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CHAP has been selected as one of the Ten most notable family medicine research studies in Canada by CFPC/SOR

The top 10 most noteworthy family medicine research studies are presented in this article and illustrate the unique contribution that Canadian family medicine research brings to health care in Canada. They have helped advance the quality of health care and improve care delivery, beneficially influencing health care practices, health care policy, and patient experiences. These Canadian studies in family medicine have contributed to improving the delivery of family medicine in Canada and throughout the world.

  • A primary care pragmatic cluster randomized trial of the use of home blood pressure monitoring on blood pressure levels in hypertensive patients with above target blood pressure. In this award-winning paper by Dr Marshall Godwin and colleagues, it was demonstrated that home blood pressure (BP) monitoring did not improve BP compared with usual care at 12 months’ follow-up, but that it might improve BP monitoring in men. Further studies are needed.
  • Does episiotomy prevent perineal trauma and pelvic floor relaxation? First North American trial of episiotomy.Dr Michael Klein questioned the use of episiotomy in childbirth, which was being widely used, because he suspected that it caused many of the problems it was supposed to prevent. He and his colleagues carried out the first North American trial of episiotomy in childbirth. The work of Dr Klein and colleagues is often credited for the dramatic reduction in the use of episiotomy.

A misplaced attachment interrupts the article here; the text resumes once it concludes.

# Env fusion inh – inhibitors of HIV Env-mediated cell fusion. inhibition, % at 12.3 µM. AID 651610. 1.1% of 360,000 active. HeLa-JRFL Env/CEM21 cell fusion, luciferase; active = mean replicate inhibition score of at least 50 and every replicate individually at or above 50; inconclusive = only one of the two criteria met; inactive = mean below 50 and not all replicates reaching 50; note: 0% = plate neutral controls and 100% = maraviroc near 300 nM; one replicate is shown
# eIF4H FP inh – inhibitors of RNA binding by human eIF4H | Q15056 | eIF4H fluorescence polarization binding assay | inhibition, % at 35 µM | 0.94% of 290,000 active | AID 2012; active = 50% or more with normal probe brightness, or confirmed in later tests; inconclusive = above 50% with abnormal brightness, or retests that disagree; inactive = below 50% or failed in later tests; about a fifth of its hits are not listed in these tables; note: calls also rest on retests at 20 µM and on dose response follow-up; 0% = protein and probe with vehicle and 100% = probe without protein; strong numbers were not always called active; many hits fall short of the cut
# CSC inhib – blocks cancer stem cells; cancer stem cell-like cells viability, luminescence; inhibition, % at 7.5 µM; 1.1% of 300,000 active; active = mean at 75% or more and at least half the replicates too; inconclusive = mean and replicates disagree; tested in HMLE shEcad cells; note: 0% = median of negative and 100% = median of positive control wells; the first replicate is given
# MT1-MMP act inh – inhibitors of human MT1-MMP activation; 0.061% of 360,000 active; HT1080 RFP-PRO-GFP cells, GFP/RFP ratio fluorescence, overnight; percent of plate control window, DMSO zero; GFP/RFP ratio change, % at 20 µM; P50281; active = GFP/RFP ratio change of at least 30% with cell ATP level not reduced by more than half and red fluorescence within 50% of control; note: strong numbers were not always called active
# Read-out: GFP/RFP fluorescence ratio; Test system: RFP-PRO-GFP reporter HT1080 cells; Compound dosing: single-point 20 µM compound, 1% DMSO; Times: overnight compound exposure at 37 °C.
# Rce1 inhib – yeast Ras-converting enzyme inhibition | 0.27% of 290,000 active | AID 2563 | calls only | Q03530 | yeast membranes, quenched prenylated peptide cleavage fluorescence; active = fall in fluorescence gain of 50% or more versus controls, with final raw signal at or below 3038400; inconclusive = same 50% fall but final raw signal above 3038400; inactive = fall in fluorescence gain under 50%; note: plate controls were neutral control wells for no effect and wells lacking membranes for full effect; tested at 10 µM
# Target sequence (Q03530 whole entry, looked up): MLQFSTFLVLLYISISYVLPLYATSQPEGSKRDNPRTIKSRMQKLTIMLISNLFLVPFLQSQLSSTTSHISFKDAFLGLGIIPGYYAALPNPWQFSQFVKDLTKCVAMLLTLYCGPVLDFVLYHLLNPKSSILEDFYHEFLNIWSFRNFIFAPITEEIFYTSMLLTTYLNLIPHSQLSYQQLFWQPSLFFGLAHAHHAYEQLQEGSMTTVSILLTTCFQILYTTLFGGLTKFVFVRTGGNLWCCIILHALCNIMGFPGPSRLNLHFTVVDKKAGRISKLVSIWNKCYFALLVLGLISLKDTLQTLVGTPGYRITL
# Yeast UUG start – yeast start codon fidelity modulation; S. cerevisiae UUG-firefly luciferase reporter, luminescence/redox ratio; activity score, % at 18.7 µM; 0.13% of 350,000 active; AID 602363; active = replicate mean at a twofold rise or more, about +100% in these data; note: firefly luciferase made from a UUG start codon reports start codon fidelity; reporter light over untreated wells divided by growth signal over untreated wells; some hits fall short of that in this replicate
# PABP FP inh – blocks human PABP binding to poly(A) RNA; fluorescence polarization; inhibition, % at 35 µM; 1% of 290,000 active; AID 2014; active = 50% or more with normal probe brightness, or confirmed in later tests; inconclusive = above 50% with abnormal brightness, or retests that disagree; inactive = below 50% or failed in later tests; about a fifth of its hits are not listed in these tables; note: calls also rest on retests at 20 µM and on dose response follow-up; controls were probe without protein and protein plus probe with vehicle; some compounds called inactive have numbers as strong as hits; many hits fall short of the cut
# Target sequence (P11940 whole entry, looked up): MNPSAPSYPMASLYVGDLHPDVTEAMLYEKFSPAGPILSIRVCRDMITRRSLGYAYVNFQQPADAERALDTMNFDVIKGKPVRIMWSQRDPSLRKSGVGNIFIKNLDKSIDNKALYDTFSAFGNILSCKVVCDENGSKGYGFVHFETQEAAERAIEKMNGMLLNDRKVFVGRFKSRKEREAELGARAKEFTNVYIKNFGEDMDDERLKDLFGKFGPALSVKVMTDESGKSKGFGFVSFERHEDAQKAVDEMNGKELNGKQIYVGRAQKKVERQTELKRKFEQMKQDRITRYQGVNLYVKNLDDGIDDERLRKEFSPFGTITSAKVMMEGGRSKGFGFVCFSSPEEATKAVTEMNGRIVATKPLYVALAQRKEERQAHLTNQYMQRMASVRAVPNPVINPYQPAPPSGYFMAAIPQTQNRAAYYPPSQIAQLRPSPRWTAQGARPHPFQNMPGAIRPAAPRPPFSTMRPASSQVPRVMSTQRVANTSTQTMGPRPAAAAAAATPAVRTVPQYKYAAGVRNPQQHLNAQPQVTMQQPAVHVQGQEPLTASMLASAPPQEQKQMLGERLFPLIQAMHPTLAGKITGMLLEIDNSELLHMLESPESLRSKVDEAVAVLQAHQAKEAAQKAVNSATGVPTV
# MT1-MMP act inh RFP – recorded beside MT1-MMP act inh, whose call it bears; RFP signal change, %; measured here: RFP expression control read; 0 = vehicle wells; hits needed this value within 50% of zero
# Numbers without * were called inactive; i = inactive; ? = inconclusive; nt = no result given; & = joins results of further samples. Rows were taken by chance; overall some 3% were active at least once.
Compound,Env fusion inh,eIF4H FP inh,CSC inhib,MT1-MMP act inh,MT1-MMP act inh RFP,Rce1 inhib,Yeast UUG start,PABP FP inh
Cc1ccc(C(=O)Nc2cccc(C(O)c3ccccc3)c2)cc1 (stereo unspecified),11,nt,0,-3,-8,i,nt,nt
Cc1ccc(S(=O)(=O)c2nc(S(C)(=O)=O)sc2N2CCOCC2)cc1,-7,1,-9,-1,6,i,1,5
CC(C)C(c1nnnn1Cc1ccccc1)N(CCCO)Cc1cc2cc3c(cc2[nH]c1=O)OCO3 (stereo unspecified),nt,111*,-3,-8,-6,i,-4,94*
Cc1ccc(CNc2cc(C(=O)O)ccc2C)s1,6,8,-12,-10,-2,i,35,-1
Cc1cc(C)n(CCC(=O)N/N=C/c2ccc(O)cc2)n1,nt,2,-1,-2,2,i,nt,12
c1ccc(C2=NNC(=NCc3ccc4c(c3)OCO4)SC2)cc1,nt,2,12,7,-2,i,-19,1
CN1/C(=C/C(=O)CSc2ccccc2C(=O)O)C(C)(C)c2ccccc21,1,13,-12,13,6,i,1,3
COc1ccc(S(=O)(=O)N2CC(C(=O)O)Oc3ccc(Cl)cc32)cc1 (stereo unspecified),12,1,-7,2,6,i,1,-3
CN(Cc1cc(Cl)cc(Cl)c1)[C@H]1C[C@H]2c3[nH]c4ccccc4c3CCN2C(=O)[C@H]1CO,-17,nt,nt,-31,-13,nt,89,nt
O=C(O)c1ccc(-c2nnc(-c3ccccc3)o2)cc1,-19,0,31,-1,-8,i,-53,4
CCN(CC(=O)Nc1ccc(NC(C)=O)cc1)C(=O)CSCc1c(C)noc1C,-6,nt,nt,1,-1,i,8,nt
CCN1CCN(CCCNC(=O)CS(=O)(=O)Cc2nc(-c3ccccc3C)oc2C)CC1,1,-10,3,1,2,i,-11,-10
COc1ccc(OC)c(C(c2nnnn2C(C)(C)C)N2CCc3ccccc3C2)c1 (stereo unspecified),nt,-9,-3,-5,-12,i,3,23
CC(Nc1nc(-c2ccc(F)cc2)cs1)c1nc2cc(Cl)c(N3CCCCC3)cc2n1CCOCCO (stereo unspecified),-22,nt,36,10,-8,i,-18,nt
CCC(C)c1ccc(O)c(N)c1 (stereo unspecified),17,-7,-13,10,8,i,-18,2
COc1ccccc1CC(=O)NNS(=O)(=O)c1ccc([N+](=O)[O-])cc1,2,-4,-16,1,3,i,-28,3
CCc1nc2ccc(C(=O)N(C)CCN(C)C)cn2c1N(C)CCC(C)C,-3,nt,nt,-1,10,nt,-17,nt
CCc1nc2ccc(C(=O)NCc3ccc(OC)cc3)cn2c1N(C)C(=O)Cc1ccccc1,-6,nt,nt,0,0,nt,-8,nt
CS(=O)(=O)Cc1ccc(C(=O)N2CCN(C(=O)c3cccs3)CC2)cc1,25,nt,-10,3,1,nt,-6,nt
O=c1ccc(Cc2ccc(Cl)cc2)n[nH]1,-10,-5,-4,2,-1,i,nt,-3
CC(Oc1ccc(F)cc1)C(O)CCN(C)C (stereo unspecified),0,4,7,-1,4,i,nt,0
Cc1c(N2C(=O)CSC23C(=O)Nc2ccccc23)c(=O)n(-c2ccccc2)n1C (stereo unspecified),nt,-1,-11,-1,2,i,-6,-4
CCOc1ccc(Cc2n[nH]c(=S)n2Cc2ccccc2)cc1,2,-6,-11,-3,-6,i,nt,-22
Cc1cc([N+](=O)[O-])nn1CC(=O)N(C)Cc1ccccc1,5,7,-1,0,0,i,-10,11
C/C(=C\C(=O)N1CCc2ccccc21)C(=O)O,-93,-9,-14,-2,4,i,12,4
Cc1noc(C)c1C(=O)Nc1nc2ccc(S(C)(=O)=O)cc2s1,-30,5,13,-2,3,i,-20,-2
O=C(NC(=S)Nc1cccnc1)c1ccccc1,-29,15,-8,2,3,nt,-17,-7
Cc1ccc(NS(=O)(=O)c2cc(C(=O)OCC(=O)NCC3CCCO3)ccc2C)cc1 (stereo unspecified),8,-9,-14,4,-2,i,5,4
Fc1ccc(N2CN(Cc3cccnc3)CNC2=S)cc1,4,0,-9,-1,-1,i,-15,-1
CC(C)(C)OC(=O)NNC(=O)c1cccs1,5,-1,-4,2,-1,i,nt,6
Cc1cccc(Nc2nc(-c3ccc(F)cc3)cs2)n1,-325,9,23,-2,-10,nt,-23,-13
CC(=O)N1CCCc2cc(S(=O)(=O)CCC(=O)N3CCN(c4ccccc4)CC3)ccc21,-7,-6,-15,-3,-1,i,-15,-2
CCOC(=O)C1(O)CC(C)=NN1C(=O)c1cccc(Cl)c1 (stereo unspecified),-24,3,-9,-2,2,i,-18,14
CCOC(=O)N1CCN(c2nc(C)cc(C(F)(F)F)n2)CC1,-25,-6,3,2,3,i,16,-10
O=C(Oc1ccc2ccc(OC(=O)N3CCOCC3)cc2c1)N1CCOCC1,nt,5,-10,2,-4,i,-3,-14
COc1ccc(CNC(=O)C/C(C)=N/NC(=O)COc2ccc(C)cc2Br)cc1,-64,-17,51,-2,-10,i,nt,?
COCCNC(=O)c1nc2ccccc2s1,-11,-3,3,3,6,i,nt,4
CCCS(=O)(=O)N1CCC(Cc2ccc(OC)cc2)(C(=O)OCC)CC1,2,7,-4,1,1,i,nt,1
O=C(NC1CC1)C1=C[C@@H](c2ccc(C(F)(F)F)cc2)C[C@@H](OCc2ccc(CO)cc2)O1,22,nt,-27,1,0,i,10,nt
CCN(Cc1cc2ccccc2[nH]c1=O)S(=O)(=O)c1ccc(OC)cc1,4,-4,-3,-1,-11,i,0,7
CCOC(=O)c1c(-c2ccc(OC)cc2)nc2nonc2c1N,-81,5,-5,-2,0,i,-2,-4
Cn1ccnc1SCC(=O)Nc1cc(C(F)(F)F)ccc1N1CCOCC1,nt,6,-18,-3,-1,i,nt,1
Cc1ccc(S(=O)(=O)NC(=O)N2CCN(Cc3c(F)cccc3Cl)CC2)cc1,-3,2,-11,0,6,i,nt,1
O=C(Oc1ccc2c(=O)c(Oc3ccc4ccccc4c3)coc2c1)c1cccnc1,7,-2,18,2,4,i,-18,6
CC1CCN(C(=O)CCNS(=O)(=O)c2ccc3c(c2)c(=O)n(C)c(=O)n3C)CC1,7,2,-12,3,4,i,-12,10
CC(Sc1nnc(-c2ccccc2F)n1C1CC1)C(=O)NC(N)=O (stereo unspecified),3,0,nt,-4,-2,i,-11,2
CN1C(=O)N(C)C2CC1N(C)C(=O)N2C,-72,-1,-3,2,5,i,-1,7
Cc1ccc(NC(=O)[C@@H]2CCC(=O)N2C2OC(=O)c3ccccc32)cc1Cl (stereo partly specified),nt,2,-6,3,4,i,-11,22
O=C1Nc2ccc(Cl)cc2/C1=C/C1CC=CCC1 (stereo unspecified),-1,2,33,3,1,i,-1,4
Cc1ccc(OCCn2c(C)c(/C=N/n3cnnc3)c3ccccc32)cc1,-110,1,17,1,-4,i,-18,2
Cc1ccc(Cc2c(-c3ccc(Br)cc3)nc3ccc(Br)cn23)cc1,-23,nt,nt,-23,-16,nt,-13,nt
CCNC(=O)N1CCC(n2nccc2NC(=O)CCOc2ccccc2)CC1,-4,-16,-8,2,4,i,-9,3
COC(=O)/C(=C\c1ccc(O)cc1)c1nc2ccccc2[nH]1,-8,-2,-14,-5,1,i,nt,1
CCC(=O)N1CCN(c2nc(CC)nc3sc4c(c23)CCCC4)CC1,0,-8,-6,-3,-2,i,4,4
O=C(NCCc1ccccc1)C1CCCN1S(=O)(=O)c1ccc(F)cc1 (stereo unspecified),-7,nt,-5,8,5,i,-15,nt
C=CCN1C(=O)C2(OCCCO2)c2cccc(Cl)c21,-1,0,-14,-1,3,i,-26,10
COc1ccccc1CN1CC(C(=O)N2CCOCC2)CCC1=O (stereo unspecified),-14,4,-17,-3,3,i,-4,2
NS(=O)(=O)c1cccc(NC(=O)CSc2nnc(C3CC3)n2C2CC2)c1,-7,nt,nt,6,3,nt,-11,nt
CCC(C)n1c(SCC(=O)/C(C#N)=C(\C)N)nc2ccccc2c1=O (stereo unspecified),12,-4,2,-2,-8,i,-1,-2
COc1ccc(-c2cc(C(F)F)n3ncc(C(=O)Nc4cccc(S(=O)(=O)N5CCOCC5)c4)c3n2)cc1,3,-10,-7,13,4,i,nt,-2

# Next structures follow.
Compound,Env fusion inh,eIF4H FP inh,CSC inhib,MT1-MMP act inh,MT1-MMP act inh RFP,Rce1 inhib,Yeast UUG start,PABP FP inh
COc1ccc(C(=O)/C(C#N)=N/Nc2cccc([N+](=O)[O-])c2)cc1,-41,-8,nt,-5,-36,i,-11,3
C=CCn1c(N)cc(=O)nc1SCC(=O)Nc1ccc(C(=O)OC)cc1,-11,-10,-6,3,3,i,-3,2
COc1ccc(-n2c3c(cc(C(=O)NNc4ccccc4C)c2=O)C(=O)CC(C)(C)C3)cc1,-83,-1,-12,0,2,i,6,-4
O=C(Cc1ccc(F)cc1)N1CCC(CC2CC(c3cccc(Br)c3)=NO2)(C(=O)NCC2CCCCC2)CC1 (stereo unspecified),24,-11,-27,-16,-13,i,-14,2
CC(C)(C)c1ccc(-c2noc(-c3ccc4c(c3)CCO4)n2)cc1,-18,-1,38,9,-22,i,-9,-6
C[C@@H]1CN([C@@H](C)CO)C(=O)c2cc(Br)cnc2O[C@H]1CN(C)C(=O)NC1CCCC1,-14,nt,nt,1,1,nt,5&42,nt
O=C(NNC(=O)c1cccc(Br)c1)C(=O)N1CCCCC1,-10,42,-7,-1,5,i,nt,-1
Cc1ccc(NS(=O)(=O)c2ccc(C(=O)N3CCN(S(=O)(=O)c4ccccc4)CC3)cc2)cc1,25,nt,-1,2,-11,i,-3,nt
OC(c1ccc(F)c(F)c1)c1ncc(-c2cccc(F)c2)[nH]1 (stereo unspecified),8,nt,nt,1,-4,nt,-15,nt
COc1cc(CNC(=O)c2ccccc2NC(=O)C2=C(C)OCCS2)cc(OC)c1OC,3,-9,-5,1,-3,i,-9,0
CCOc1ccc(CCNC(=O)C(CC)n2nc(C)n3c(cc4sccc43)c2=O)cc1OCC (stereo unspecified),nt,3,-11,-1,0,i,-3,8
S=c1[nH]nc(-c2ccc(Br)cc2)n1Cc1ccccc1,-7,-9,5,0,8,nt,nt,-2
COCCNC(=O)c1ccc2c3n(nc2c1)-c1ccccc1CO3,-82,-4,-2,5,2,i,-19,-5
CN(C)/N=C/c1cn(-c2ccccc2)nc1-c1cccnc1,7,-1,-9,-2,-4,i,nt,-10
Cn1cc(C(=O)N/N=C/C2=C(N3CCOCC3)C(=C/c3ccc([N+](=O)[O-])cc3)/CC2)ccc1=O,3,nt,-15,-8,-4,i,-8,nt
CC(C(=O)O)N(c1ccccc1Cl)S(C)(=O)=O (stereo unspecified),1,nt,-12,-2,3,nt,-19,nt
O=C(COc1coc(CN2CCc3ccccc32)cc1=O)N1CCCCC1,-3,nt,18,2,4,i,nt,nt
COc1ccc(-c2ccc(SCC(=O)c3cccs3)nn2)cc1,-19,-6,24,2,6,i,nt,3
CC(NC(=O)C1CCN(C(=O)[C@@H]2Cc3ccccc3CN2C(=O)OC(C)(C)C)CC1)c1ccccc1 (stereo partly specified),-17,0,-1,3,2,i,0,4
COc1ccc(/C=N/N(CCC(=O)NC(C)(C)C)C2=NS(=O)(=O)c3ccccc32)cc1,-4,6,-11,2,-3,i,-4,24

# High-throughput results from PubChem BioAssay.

• The impact of patient-centred care on outcomes. Published in 2000 by a team of family medicine researchers at Western University, this study was one of the first to demonstrate that the patient-centred clinical method improved health outcomes. Since the publication of this study, patient-centredness has become a foundation of the practice of family medicine.
  • The Kahnawake Schools Diabetes Prevention Project: intervention, evaluation, and baseline results of a diabetes primary prevention program with a Native community in Canada. Published in 1997 by Dr Ann Macaulay and colleagues, this study demonstrated the feasibility of implementing a community-based diabetes prevention program in an aboriginal community through the use of participatory research.
  • Improving cardiovascular health at population level: 39 community cluster randomised trial of Cardiovascular Health Awareness Program (CHAP). This very large, well designed study, which involved 39 communities in 2 Canadian provinces, demonstrated how, at the community level with the support of family doctors, a simple BP test in older adults could be taken in a setting like a pharmacy by trained volunteers and could decrease death and hospitalization from heart disease.
  • The impact of not having a primary care physician among people with chronic conditions. Carried out by researchers at the Institute for Clinical Evaluative Sciences, this 2008 study shows how important having a family doctor can be in avoiding emergency department visits, reducing health care costs, and reducing demands on the health care system.